Employers must do more to support the victims of male violence against women, according to an influential union leader.
Denise Christie, of the Fire Brigades Union (FBU), said domestic abuse victims may only feel safe in their workplace and is calling on employers to be far more proactive in responding to staff at risk of, or enduring, violence at home.
She wants more safe spaces at work and managers encouraged to be alert to the possibility a change in a worker’s routine or performance may be due to abuse.
She said: “The epidemic of hidden violence and abuse reached frightening levels during the pandemic when workers were forced away from offices and workplaces and the opportunities for abusive behaviour increased.”
Christie, who has been a firefighter for two decades and leading the FBU for four years, said: “For many victims the workplace is the only safe place where they are not being constantly monitored by an abuser.
Employers must do more to offer support and have people within their organisations to turn to if someone is facing abuse at home. It need not necessarily cost a lot of money to establish.
“Even just making employees aware there is someone within the organisation who can listen and point victims to support services can possibly have a life-changing, maybe even life-saving, effect.
“Employers may often be the first to see evidence of an abusive relationship, physically or if a worker’s performance changes.
“I firmly believe trade unions have a key role to play in combating domestic abuse by working with employers to improve workplace policies.
“We are in talks with the Scottish Fire and Rescue Service to adopt the FBU’s best practice policy, which includes the consideration of adjusting hours of work, ensuring counselling is available and, where necessary, signposting employees to support agencies.”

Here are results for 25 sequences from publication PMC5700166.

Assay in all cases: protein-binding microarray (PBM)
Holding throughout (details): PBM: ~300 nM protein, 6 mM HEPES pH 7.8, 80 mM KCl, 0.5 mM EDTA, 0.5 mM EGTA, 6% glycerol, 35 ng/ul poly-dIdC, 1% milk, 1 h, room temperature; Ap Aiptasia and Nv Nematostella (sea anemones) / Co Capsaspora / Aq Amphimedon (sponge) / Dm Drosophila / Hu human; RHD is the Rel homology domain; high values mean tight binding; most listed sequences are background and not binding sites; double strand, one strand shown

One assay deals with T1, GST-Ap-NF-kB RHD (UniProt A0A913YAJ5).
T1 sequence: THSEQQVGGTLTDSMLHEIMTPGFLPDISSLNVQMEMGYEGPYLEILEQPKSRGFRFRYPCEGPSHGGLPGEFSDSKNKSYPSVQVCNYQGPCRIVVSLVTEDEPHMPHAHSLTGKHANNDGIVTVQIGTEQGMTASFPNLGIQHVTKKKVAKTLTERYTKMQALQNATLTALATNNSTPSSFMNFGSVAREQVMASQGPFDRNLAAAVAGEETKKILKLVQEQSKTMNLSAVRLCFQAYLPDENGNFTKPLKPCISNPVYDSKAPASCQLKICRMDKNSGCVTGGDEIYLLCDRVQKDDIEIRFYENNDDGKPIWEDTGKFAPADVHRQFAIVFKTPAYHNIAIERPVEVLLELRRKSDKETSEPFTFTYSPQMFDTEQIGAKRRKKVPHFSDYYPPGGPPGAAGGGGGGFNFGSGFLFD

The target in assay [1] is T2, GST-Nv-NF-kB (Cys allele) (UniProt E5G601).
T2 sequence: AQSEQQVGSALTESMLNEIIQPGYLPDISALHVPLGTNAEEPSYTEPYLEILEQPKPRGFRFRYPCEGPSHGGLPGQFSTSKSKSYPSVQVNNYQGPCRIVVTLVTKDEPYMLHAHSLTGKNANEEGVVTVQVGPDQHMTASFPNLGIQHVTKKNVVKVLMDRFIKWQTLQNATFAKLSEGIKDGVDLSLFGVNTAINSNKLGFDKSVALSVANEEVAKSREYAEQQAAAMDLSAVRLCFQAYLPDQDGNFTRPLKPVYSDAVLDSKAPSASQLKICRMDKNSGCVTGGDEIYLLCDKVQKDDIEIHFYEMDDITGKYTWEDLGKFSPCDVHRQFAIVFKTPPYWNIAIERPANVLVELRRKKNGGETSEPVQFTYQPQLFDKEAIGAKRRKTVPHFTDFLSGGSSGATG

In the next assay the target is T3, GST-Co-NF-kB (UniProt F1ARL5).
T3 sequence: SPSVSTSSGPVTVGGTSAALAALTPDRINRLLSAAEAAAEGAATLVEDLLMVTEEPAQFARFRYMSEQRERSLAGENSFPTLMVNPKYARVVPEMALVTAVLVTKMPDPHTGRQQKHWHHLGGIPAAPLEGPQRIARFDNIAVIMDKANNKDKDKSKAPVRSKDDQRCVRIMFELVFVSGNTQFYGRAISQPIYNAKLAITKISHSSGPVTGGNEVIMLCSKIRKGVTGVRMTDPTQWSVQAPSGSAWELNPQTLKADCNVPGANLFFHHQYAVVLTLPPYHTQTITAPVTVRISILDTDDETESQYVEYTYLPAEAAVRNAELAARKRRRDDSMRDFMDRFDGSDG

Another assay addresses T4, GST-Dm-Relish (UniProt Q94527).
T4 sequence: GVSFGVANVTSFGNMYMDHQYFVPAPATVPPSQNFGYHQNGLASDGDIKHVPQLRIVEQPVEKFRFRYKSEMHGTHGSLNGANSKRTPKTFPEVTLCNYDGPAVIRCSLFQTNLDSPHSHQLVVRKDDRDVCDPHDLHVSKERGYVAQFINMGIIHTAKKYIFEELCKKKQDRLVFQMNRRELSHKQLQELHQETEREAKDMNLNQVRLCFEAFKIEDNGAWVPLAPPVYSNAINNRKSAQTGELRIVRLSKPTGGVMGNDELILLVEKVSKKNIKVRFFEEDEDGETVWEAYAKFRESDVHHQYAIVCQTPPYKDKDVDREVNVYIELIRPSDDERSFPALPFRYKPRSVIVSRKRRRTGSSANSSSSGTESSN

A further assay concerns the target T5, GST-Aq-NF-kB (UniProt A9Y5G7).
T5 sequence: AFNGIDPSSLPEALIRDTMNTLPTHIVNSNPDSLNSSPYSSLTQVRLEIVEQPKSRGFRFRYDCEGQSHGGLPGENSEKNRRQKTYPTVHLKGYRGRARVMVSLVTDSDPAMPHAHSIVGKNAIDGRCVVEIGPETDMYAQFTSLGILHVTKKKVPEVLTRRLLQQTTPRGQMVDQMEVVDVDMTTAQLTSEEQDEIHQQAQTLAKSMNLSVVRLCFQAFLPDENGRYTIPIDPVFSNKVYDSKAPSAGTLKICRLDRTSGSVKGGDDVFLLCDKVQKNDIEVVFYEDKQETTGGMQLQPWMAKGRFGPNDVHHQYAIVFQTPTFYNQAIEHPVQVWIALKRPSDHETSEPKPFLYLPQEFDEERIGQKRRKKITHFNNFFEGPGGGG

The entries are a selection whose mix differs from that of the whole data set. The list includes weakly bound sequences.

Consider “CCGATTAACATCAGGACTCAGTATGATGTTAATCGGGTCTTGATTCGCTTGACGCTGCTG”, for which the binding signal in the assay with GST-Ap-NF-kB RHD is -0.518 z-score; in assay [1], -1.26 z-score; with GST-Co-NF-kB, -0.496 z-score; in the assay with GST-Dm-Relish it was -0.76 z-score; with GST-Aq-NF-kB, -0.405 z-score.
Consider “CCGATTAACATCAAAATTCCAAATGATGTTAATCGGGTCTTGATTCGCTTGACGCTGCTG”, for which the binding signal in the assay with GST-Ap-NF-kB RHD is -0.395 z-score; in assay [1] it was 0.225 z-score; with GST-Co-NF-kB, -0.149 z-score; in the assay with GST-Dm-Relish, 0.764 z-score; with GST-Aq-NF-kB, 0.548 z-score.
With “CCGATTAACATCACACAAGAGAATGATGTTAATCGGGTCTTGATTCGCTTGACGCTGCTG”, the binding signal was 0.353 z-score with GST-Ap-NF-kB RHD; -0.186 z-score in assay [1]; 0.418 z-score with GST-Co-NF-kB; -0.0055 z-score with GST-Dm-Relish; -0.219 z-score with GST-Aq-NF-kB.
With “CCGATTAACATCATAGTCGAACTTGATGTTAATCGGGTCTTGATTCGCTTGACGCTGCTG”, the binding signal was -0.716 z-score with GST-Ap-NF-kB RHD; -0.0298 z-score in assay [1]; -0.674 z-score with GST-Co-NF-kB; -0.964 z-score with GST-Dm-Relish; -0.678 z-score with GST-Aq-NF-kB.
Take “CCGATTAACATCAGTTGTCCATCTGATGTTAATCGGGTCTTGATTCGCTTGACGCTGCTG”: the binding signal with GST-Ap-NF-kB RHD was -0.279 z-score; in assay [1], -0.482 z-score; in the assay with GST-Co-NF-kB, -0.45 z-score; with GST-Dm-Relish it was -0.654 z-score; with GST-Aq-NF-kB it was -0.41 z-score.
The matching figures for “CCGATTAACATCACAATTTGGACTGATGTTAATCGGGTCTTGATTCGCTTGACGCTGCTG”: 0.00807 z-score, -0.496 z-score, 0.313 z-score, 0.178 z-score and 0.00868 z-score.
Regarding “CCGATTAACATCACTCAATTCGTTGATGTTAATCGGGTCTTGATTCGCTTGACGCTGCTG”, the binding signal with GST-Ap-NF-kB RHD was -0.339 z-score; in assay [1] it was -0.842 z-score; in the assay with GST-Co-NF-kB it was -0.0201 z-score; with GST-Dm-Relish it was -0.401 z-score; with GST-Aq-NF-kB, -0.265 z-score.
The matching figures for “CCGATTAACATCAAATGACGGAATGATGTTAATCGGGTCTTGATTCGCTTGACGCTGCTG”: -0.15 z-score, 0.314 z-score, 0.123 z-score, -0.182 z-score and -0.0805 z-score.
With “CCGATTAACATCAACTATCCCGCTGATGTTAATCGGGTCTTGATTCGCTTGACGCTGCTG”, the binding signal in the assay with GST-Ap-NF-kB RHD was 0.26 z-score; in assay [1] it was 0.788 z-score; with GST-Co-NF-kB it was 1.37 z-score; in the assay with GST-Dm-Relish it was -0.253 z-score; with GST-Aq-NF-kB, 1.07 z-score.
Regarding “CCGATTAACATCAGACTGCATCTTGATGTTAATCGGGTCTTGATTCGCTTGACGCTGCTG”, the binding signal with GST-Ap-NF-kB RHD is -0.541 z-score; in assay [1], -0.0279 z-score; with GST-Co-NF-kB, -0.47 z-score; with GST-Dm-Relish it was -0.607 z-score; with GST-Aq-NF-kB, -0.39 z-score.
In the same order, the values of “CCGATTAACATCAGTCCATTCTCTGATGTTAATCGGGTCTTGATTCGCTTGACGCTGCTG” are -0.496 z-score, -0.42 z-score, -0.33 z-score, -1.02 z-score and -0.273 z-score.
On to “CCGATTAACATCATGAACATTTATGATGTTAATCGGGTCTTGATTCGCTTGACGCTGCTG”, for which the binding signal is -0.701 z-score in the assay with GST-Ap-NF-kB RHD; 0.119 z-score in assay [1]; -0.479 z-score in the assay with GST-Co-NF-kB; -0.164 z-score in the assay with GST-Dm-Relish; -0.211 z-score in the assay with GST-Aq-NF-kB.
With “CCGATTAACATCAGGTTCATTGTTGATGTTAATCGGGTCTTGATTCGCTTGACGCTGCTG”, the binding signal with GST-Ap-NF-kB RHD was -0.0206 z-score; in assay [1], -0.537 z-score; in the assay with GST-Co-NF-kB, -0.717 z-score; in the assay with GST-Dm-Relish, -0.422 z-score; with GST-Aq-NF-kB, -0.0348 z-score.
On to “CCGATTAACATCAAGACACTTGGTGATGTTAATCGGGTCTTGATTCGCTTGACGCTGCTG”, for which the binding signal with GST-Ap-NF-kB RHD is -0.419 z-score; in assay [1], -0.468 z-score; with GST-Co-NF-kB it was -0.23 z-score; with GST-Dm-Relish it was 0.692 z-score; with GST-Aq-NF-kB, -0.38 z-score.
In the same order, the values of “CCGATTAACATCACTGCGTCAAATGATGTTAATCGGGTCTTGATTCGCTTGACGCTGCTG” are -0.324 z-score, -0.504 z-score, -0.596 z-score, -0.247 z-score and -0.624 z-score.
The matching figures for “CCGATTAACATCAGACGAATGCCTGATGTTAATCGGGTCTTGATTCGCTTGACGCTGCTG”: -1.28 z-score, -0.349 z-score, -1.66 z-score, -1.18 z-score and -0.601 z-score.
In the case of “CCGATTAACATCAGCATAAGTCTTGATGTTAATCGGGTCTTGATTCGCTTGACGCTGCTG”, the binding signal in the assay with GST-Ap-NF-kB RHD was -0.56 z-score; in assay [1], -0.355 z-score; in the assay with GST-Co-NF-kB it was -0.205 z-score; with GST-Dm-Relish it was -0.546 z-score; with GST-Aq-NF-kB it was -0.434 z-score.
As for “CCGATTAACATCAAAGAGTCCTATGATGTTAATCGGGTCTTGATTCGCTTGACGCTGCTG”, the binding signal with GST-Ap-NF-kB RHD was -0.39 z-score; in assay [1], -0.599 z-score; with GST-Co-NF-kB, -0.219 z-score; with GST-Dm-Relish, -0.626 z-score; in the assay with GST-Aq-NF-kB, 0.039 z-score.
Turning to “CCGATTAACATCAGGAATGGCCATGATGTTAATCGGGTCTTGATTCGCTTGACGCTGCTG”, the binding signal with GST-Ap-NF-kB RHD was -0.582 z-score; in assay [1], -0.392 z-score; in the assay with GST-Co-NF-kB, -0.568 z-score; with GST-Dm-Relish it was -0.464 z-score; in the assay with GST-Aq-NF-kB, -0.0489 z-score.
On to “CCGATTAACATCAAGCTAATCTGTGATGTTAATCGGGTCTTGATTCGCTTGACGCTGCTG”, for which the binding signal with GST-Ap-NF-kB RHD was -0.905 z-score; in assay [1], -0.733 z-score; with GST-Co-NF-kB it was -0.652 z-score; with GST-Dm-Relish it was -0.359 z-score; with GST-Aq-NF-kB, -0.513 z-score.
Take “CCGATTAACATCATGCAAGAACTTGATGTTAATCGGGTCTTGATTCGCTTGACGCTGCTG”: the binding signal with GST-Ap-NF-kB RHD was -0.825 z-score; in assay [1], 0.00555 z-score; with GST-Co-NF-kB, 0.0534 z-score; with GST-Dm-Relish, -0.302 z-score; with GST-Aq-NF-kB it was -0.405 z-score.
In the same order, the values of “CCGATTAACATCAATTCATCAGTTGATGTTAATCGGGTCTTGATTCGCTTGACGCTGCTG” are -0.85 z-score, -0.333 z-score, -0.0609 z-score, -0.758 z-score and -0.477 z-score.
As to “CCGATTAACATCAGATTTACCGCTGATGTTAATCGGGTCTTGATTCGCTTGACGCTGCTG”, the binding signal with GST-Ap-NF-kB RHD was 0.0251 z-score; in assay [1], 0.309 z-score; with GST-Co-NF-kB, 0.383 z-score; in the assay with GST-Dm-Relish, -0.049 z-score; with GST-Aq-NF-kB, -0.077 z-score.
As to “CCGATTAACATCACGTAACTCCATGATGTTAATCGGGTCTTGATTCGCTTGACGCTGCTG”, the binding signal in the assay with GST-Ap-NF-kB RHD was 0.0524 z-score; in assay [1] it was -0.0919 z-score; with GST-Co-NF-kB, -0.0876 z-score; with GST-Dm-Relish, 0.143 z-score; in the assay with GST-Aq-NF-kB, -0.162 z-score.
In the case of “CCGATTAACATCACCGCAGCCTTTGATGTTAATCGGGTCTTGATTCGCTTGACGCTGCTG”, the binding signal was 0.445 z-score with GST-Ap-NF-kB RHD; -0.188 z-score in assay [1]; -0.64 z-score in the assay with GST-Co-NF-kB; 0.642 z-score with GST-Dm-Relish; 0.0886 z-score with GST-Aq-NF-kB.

She believes the Scottish Government could lead the way by adopting the policy and encouraging public service employers to ensure supportive programmes are embedded.
Christie has submitted a resolution to the Scottish Trade Union Congress Women’s conference later this month which will be tackling a wide range of issues, including violence against women and girls, sexual abuse, and harassment at work and in public places.
“Employers have a unique opportunity to really make a difference, by establishing policies and practices that provide adjustments and arrangements for workers experiencing domestic abuse,” she said.
Christie praised The Sunday Post domestic abuse campaign, and said our revelations of a million hidden victims a year should galvanise Scotland to tackle the issue. She said: “If Scotland wants to be the forward-looking nation it aspires to be, then we must confront issues like these head on.
Elizabeth Filkin, who heads up the Confederation of British Industry’s Employers Initiative on Domestic Abuse, says some employers have reacted to the increase in abuse as staff worked from home, with Lloyds Banking Group even telling staff if they needed to leave their home they would arrange hotel accommodation then help them move, while Boots and Morrisons provided safe spaces in their shops for the public to report.
She said: “As employees moved to home working those changes had a number of impacts, and some of those meant many abuse victims were unable to safely access helplines.”
The cost of dealing with domestic abuse and the psychological and emotional harm across the UK is more than £66 billion.
Filkin said: “The same research showed lost economic output and reduced productivity resulting from domestic abuse cost the country £14bn. There is a financial argument to be made for tackling domestic abuse through the workplace.”
STUC General Secretary Roz Foyer said: “Employers must also work with trade unions to develop workplace policies to ensure appropriate additional supports are in place. This should include ensuring managers and HR specialists as well as trade union reps are trained in how to spot the signs of domestic violence as well as how to support and signpost people.”
The Scottish Government said: “The Victims Taskforce will meet in November to continue its work on the development of a victim-centred approach, informed by an understanding of the impacts of trauma throughout the justice system.”
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